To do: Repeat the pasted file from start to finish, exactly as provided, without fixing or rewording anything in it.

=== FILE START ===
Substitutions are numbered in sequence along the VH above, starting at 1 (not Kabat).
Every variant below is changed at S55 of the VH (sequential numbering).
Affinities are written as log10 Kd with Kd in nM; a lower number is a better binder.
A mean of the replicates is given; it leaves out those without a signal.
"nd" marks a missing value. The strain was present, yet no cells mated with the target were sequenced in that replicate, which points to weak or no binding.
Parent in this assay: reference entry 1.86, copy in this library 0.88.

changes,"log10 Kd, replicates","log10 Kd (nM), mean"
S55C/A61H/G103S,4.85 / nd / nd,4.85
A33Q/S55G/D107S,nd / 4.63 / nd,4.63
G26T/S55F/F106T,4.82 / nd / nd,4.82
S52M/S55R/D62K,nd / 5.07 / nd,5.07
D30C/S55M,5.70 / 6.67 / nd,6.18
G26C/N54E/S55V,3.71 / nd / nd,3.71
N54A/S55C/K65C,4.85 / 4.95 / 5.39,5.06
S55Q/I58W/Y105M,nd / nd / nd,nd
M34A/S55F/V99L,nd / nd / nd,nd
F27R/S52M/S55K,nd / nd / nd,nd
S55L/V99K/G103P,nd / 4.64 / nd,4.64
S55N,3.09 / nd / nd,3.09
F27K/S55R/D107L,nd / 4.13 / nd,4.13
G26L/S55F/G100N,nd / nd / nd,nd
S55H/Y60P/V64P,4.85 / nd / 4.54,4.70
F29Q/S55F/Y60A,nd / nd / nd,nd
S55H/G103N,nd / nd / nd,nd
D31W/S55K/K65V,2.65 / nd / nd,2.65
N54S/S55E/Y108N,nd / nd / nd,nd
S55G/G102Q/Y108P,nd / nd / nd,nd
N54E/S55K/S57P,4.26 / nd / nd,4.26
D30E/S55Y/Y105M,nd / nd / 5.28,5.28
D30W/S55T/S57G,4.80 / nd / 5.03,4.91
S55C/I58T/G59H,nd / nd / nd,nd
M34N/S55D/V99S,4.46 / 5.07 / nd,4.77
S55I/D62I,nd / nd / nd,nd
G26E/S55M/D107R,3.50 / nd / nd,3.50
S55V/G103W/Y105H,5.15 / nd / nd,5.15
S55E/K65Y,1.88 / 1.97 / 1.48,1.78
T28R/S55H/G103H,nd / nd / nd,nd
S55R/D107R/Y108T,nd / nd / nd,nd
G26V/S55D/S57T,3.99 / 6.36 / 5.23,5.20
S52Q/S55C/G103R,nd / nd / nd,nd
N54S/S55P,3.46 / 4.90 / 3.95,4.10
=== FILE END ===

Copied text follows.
Substitutions are numbered in sequence along the VH above, starting at 1 (not Kabat).
Every variant below is changed at S55 of the VH (sequential numbering).
Affinities are written as log10 Kd with Kd in nM; a lower number is a better binder.
A mean of the replicates is given; it leaves out those without a signal.
"nd" marks a missing value. The strain was present, yet no cells mated with the target were sequenced in that replicate, which points to weak or no binding.
Parent in this assay: reference entry 1.86, copy in this library 0.88.

changes,"log10 Kd, replicates","log10 Kd (nM), mean"
S55C/A61H/G103S,4.85 / nd / nd,4.85
A33Q/S55G/D107S,nd / 4.63 / nd,4.63
G26T/S55F/F106T,4.82 / nd / nd,4.82
S52M/S55R/D62K,nd / 5.07 / nd,5.07
D30C/S55M,5.70 / 6.67 / nd,6.18
G26C/N54E/S55V,3.71 / nd / nd,3.71
N54A/S55C/K65C,4.85 / 4.95 / 5.39,5.06
S55Q/I58W/Y105M,nd / nd / nd,nd
M34A/S55F/V99L,nd / nd / nd,nd
F27R/S52M/S55K,nd / nd / nd,nd
S55L/V99K/G103P,nd / 4.64 / nd,4.64
S55N,3.09 / nd / nd,3.09
F27K/S55R/D107L,nd / 4.13 / nd,4.13
G26L/S55F/G100N,nd / nd / nd,nd
S55H/Y60P/V64P,4.85 / nd / 4.54,4.70
F29Q/S55F/Y60A,nd / nd / nd,nd
S55H/G103N,nd / nd / nd,nd
D31W/S55K/K65V,2.65 / nd / nd,2.65
N54S/S55E/Y108N,nd / nd / nd,nd
S55G/G102Q/Y108P,nd / nd / nd,nd
N54E/S55K/S57P,4.26 / nd / nd,4.26
D30E/S55Y/Y105M,nd / nd / 5.28,5.28
D30W/S55T/S57G,4.80 / nd / 5.03,4.91
S55C/I58T/G59H,nd / nd / nd,nd
M34N/S55D/V99S,4.46 / 5.07 / nd,4.77
S55I/D62I,nd / nd / nd,nd
G26E/S55M/D107R,3.50 / nd / nd,3.50
S55V/G103W/Y105H,5.15 / nd / nd,5.15
S55E/K65Y,1.88 / 1.97 / 1.48,1.78
T28R/S55H/G103H,nd / nd / nd,nd
S55R/D107R/Y108T,nd / nd / nd,nd
G26V/S55D/S57T,3.99 / 6.36 / 5.23,5.20
S52Q/S55C/G103R,nd / nd / nd,nd
N54S/S55P,3.46 / 4.90 / 3.95,4.10